Getting immersed in the Arabic culture

Getting immersed in the Arabic culture

Adam Wendoloski
Salam Aulakum, labas, and Bonjour are just some of the greetings you will encounter in the country of Morocco. I’ve come to the Qalam wa Lawh (Pen and Tablet) school for Arabic Language Studies in Rabat the capital of Morocco to study Modern Standard Arabic. Modern Standard Arabic is the official language of Morocco. However, it’s not usually spoken as it functions more as a written and media language.

I’ve chosen to study MSA, because it’s important to understand before moving into spoken dialects and it’s understood throughout the Arab world where as the local Moroccan Darija dialect is difficult to understand for even native Arabic speakers from other countries. In Morocco, French is also spoken as a second language and Spanish can be understood in some areas, as well as a Berber language called Tamazight.

I’m enrolled in an Arabic intensive course, which means I spend six hours a day in school working on Arabic. Four hours are in the morning and are spent in class learning vocabulary and the structure of the Arabic language. There is a break at 12:30 p.m. for lunch, which is served at the school and then classes continue at 2 p.m. outside in the schools garden. I’m usually out by 4 p.m., after which I go to a gym up the street and then do homework at an apartment rented by the school.

I share an apartment with five other students of various nationalities and length of time studying Arabic. Two of my roommates are American and both study the Moroccan Darija dialect. Another roommate is from Holland, another from Italy and last one is from Montreal, Canada. Their reasons vary for studying Arabic from linguistic research, obtaining employment in the future or joining the Peace Corps. I myself decided to study Arabic, because I realized its importance to our national interests after serving in Iraq with the U.S. Army. I completed two semesters of Arabic at Bloomsburg University, and unfortunately, that’s all Bloomsburg offers at the moment. Because of this, I decided to continue my studies abroad.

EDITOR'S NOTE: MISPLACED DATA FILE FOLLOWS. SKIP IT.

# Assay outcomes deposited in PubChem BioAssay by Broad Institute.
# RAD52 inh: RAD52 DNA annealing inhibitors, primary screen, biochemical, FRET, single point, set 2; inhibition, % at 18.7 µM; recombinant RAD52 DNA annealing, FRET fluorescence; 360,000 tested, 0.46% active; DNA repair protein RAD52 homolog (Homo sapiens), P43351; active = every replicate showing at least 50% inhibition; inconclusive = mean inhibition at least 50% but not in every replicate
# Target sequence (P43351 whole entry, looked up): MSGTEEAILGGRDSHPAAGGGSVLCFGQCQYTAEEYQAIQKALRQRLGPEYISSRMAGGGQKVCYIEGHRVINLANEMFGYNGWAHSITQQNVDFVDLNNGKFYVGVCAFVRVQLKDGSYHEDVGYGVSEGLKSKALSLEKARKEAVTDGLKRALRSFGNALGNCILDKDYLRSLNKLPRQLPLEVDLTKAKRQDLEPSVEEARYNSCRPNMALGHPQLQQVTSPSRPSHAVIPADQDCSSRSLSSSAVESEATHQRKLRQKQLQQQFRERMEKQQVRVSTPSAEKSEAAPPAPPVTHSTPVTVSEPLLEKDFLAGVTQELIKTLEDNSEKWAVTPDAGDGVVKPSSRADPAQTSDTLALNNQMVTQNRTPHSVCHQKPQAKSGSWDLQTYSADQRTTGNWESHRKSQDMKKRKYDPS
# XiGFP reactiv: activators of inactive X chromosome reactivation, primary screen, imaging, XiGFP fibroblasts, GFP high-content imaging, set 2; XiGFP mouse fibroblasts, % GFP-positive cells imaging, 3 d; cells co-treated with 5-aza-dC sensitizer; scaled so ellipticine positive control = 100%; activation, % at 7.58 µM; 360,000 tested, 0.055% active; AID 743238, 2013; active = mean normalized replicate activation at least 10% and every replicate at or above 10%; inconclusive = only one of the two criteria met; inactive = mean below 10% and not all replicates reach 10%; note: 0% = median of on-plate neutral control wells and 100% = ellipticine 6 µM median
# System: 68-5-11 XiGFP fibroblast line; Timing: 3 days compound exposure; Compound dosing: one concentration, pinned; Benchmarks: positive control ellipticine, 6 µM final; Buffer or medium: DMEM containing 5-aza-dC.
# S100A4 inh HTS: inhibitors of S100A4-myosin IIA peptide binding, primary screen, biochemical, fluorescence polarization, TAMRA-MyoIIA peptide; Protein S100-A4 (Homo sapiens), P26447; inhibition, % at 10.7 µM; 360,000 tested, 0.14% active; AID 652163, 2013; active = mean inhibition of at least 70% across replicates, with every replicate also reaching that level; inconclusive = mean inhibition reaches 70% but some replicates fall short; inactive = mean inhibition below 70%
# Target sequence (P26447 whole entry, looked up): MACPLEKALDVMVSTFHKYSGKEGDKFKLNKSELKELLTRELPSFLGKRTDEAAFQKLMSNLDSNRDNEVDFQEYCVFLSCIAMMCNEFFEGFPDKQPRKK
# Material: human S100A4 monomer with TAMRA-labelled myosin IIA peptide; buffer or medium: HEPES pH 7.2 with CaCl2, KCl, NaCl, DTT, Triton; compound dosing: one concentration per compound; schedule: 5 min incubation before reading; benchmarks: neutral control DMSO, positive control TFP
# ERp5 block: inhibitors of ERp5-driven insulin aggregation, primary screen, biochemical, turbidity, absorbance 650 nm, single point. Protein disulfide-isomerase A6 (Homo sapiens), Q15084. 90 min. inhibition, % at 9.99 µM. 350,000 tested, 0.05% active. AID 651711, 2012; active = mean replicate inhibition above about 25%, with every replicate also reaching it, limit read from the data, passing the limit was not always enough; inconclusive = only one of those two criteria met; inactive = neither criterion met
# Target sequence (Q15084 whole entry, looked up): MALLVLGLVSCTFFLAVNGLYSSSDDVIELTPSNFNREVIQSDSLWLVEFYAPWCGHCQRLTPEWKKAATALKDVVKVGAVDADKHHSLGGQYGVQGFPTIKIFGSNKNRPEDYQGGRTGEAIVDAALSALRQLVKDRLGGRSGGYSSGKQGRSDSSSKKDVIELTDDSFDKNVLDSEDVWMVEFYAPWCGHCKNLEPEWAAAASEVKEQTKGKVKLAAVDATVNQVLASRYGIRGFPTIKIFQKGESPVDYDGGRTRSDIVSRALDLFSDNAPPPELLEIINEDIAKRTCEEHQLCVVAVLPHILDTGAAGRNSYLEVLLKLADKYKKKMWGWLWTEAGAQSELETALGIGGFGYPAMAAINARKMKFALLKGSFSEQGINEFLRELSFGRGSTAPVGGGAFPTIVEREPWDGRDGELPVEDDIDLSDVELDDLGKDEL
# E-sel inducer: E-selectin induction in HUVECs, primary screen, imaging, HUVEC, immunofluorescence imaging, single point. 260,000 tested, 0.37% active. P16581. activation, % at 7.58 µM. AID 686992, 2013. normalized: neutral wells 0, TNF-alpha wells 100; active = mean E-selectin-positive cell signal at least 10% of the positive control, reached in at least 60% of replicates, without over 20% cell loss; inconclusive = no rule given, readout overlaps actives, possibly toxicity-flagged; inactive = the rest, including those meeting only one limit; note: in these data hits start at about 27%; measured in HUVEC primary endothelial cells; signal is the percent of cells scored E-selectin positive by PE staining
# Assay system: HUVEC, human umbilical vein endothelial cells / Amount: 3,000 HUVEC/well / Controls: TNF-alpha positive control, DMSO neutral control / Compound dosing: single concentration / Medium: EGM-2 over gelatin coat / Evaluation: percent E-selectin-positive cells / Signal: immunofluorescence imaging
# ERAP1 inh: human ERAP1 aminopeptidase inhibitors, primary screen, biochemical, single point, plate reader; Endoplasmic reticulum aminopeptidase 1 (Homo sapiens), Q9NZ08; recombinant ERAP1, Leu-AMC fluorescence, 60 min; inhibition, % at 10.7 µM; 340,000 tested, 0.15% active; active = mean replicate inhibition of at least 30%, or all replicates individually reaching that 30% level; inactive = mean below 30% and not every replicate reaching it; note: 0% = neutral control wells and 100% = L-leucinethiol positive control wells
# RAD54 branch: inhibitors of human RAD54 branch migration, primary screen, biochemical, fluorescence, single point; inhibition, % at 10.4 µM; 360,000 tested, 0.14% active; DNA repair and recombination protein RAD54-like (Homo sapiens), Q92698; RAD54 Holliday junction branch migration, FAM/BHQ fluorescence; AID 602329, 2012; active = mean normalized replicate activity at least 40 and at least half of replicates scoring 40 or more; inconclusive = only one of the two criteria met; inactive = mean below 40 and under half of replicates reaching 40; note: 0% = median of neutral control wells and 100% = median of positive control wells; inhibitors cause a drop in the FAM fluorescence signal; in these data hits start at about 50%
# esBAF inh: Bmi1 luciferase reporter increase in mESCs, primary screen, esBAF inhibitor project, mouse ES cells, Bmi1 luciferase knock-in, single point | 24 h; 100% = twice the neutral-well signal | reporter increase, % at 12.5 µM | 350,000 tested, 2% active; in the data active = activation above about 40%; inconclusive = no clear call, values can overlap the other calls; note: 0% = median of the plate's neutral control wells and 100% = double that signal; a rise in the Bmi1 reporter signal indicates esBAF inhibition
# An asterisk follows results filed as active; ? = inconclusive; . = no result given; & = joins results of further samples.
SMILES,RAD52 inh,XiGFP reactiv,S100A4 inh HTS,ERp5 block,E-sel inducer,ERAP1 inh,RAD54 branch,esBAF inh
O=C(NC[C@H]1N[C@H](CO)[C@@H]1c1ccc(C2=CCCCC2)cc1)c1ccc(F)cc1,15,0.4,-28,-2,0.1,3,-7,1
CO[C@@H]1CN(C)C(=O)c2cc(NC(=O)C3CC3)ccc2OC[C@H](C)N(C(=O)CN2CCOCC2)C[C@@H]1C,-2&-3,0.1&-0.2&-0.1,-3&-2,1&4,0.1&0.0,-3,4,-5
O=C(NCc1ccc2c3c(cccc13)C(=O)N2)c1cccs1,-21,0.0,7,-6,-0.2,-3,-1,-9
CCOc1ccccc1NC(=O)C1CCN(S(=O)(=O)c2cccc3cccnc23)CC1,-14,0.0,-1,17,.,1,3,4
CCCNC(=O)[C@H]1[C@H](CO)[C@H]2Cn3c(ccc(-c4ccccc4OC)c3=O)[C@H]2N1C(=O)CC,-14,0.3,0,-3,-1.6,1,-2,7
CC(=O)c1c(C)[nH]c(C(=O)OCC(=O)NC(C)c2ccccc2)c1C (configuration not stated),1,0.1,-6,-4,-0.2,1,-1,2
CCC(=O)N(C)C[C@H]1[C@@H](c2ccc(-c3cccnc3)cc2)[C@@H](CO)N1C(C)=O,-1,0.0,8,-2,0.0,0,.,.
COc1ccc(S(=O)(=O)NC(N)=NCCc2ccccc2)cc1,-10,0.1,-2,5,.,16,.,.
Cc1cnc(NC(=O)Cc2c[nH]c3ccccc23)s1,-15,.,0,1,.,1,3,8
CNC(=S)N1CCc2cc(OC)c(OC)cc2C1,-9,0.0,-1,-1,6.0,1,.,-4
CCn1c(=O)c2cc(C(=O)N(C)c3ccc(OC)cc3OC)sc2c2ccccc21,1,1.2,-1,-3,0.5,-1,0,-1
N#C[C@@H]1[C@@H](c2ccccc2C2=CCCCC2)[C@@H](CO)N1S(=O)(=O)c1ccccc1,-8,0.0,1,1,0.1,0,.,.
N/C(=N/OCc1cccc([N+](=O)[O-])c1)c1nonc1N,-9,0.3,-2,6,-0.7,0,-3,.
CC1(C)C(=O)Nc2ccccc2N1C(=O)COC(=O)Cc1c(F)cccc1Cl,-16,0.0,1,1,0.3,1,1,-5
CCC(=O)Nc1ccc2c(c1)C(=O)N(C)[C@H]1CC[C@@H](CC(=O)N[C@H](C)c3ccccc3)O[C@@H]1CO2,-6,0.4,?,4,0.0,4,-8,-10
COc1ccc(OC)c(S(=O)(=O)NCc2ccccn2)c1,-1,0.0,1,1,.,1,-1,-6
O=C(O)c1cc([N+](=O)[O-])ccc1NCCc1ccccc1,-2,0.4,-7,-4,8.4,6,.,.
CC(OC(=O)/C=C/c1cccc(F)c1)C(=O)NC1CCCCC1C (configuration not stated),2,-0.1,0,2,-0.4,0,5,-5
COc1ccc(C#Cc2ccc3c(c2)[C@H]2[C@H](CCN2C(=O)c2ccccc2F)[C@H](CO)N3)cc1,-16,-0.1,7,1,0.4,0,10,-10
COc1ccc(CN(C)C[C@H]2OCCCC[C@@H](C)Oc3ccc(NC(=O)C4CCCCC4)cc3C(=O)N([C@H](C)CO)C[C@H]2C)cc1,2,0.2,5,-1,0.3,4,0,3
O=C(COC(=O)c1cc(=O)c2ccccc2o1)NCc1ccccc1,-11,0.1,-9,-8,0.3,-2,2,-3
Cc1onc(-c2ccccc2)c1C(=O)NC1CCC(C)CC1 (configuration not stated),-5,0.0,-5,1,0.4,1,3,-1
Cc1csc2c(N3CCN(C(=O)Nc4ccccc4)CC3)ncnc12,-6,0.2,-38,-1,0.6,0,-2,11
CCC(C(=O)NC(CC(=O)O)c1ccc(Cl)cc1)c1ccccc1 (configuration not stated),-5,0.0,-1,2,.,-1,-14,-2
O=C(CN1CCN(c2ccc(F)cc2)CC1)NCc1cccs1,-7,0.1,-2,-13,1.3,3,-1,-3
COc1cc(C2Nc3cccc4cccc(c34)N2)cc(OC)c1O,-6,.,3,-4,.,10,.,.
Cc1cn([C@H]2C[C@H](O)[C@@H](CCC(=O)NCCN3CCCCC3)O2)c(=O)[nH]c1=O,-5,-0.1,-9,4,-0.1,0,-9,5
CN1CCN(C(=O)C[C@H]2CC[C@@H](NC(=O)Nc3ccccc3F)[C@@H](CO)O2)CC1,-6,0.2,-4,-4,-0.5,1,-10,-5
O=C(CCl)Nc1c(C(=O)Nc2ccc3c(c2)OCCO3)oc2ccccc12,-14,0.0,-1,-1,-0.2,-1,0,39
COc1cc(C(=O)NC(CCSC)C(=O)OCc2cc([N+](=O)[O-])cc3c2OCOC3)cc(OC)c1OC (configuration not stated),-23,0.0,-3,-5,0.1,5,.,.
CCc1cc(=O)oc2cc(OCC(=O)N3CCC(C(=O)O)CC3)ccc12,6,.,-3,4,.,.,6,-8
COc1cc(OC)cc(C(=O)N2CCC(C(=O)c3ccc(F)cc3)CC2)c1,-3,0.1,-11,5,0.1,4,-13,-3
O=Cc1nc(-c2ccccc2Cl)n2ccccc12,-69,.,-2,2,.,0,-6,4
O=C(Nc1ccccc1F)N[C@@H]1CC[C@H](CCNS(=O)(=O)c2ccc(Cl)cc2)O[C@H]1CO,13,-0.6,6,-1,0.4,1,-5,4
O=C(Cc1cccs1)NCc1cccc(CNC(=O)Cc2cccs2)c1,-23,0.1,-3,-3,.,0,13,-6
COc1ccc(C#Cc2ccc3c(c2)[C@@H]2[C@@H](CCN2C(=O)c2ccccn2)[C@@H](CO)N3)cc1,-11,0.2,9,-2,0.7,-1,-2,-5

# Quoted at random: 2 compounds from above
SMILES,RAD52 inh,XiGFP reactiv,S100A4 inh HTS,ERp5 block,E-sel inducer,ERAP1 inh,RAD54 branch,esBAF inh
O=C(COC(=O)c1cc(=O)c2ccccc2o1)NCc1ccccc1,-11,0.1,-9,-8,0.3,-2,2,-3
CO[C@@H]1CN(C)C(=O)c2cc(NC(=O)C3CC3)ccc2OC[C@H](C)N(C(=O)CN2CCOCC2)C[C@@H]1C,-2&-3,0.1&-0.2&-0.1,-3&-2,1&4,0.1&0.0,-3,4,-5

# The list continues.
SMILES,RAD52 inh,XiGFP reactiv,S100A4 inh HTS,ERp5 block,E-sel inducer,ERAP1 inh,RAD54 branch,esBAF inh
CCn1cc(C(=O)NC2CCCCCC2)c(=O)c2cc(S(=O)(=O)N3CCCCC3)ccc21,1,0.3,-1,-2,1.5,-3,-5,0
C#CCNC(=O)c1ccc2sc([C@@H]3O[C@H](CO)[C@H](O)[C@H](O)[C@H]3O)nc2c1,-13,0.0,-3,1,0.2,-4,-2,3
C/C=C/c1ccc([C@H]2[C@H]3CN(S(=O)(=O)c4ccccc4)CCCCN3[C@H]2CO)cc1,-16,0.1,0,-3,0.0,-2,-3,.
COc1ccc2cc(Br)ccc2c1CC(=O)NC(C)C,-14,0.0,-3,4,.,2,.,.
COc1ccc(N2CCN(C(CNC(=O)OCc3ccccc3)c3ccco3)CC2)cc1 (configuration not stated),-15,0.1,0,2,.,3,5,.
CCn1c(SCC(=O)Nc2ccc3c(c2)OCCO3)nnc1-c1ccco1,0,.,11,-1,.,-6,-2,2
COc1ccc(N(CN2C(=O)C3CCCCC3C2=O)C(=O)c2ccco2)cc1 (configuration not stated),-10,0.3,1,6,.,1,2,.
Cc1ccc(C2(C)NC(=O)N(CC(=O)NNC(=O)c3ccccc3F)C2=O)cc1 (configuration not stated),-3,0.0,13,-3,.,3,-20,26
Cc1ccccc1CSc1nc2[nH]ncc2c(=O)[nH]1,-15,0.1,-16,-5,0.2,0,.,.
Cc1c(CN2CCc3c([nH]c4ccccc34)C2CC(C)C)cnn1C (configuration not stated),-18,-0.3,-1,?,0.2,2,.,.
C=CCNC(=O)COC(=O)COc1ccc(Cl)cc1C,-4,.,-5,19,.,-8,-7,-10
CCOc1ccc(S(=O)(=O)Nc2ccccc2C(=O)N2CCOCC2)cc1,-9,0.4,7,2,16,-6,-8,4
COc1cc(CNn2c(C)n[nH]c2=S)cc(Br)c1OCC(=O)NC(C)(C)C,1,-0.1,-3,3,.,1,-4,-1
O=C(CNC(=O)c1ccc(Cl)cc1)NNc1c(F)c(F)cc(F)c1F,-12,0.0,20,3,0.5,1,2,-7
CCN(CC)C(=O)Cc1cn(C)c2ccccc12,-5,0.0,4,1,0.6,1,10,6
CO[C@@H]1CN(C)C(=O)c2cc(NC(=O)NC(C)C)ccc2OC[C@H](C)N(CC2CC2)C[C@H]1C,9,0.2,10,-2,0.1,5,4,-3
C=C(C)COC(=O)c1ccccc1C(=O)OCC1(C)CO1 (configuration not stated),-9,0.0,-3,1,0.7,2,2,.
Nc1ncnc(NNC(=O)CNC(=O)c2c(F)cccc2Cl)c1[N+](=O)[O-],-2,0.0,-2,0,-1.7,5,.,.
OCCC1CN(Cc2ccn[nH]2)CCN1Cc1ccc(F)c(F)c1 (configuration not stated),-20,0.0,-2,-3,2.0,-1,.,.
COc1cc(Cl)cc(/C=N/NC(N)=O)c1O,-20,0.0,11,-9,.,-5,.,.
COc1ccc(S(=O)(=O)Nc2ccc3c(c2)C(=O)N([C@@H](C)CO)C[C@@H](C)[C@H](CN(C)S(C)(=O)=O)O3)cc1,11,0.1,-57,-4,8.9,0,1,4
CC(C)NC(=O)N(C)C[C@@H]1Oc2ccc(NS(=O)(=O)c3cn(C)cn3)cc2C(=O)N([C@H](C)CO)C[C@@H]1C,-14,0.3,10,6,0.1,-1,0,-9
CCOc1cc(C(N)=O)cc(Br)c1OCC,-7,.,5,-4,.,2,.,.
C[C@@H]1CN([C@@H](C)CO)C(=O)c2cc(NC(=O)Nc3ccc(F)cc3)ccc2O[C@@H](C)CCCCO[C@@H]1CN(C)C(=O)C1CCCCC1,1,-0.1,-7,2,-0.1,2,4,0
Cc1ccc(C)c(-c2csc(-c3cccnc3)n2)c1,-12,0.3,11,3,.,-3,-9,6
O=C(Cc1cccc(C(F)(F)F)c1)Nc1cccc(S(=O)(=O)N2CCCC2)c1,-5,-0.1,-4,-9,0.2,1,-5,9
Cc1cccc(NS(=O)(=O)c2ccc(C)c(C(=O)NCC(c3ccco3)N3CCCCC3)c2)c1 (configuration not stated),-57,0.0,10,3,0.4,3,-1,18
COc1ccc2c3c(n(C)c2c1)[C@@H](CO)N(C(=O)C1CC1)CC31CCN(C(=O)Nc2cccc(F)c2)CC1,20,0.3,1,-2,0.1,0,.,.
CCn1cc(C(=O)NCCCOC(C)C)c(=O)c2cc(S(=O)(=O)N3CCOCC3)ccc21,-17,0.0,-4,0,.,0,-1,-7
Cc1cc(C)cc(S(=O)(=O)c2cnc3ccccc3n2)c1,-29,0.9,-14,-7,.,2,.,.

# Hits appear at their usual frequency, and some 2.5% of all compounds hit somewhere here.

Life in Rabat is not too bad. The city is clean and features most western amenities. You can go to a store called the Marjane, which has everything a Wal-Mart would and is just as nice. The neighborhood, where the school is located, is also where most of the embassies are located and is very upscale for Moroccan standards. I was able to view the more traditional side of Morocco during a weekend trip to the cities of Fez and Meknes.

Both cities featured large Markets that were inaccessible to cars and some parts were too narrow for even bicycles. They were very crowded and featured more exotic things like stingrays and camel meat. An unfortunate side effect of going to Fez is that many students seem to get sick with at a minimum, diarrhea. Even while avoiding the local tap water, it’s difficult to avoid picking something up because food in the "sook", which is Arabic for market, is not approved by anything similar to the U.S. Food and Drug Administration.

Besides the markets, each city featured Moroccan history. They each had ancient walls and universities. We visited the University of Al-Karaouine, which was founded in the 8th Century. Outside of Fez, we visited the ruins of the ancient Roman settlement called Volubilis. I cannot really pronounce Volubilis, so I call it by its Berber name, Walili, which is also the name used when speaking in Arabic.

So far, I’ve enjoyed my time in Morocco and have learned a lot about the Arabic language. I will soon be going on a three day trip to the Sahara desert, which will take me into Aug. 1, the halfway point in my time here. However, as when I have traveled before I always miss the United States. I do not feel there is a better country and will be happy to stand on U.S. soil again. I will update the blog after my Sahara trip, which is supposed to be one of the best trips you can take while in Morocco.

Until then, “Masalama.”

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